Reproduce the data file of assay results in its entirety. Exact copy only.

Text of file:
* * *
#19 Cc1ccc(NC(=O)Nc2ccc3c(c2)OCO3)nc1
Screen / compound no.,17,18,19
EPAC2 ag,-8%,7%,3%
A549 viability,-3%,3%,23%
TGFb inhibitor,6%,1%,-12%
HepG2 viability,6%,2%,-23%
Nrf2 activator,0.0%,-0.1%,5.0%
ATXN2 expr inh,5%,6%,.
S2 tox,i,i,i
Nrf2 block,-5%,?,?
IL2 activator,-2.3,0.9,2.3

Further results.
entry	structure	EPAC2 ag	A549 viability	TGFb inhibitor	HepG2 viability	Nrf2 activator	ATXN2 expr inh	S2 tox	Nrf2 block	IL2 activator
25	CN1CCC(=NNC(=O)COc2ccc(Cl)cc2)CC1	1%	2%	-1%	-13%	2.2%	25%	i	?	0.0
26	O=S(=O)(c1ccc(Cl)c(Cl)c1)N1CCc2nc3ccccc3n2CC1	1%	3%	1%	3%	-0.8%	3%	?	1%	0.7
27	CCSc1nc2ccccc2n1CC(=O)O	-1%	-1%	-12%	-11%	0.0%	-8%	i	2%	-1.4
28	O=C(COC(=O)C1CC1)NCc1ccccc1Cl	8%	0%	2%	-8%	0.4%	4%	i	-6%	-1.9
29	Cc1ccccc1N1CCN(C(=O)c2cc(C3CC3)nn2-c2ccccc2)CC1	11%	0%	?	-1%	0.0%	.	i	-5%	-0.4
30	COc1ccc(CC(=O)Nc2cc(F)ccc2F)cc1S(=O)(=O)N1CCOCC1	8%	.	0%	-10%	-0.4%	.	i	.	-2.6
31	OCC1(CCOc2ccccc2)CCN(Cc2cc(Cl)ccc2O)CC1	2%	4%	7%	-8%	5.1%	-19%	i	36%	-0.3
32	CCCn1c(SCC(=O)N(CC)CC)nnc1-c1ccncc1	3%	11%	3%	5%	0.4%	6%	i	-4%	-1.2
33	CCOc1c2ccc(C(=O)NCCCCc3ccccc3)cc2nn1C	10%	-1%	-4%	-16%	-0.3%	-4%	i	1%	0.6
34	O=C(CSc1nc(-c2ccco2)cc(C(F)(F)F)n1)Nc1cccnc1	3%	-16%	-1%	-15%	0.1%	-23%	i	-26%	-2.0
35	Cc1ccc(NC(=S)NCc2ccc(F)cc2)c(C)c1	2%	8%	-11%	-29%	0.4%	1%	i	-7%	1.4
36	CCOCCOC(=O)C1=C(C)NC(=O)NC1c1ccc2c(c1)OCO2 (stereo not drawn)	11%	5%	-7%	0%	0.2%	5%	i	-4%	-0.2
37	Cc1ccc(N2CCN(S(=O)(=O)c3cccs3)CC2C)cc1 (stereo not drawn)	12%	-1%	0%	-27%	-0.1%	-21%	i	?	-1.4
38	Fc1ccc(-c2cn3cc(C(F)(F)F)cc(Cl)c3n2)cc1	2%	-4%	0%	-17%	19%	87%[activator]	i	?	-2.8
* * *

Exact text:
#19 Cc1ccc(NC(=O)Nc2ccc3c(c2)OCO3)nc1
Screen / compound no.,17,18,19
EPAC2 ag,-8%,7%,3%
A549 viability,-3%,3%,23%
TGFb inhibitor,6%,1%,-12%
HepG2 viability,6%,2%,-23%
Nrf2 activator,0.0%,-0.1%,5.0%
ATXN2 expr inh,5%,6%,.
S2 tox,i,i,i
Nrf2 block,-5%,?,?
IL2 activator,-2.3,0.9,2.3

Further results.
entry	structure	EPAC2 ag	A549 viability	TGFb inhibitor	HepG2 viability	Nrf2 activator	ATXN2 expr inh	S2 tox	Nrf2 block	IL2 activator
25	CN1CCC(=NNC(=O)COc2ccc(Cl)cc2)CC1	1%	2%	-1%	-13%	2.2%	25%	i	?	0.0
26	O=S(=O)(c1ccc(Cl)c(Cl)c1)N1CCc2nc3ccccc3n2CC1	1%	3%	1%	3%	-0.8%	3%	?	1%	0.7
27	CCSc1nc2ccccc2n1CC(=O)O	-1%	-1%	-12%	-11%	0.0%	-8%	i	2%	-1.4
28	O=C(COC(=O)C1CC1)NCc1ccccc1Cl	8%	0%	2%	-8%	0.4%	4%	i	-6%	-1.9
29	Cc1ccccc1N1CCN(C(=O)c2cc(C3CC3)nn2-c2ccccc2)CC1	11%	0%	?	-1%	0.0%	.	i	-5%	-0.4
30	COc1ccc(CC(=O)Nc2cc(F)ccc2F)cc1S(=O)(=O)N1CCOCC1	8%	.	0%	-10%	-0.4%	.	i	.	-2.6
31	OCC1(CCOc2ccccc2)CCN(Cc2cc(Cl)ccc2O)CC1	2%	4%	7%	-8%	5.1%	-19%	i	36%	-0.3
32	CCCn1c(SCC(=O)N(CC)CC)nnc1-c1ccncc1	3%	11%	3%	5%	0.4%	6%	i	-4%	-1.2
33	CCOc1c2ccc(C(=O)NCCCCc3ccccc3)cc2nn1C	10%	-1%	-4%	-16%	-0.3%	-4%	i	1%	0.6
34	O=C(CSc1nc(-c2ccco2)cc(C(F)(F)F)n1)Nc1cccnc1	3%	-16%	-1%	-15%	0.1%	-23%	i	-26%	-2.0
35	Cc1ccc(NC(=S)NCc2ccc(F)cc2)c(C)c1	2%	8%	-11%	-29%	0.4%	1%	i	-7%	1.4
36	CCOCCOC(=O)C1=C(C)NC(=O)NC1c1ccc2c(c1)OCO2 (stereo not drawn)	11%	5%	-7%	0%	0.2%	5%	i	-4%	-0.2
37	Cc1ccc(N2CCN(S(=O)(=O)c3cccs3)CC2C)cc1 (stereo not drawn)	12%	-1%	0%	-27%	-0.1%	-21%	i	?	-1.4
38	Fc1ccc(-c2cn3cc(C(F)(F)F)cc(Cl)c3n2)cc1	2%	-4%	0%	-17%	19%	87%[activator]	i	?	-2.8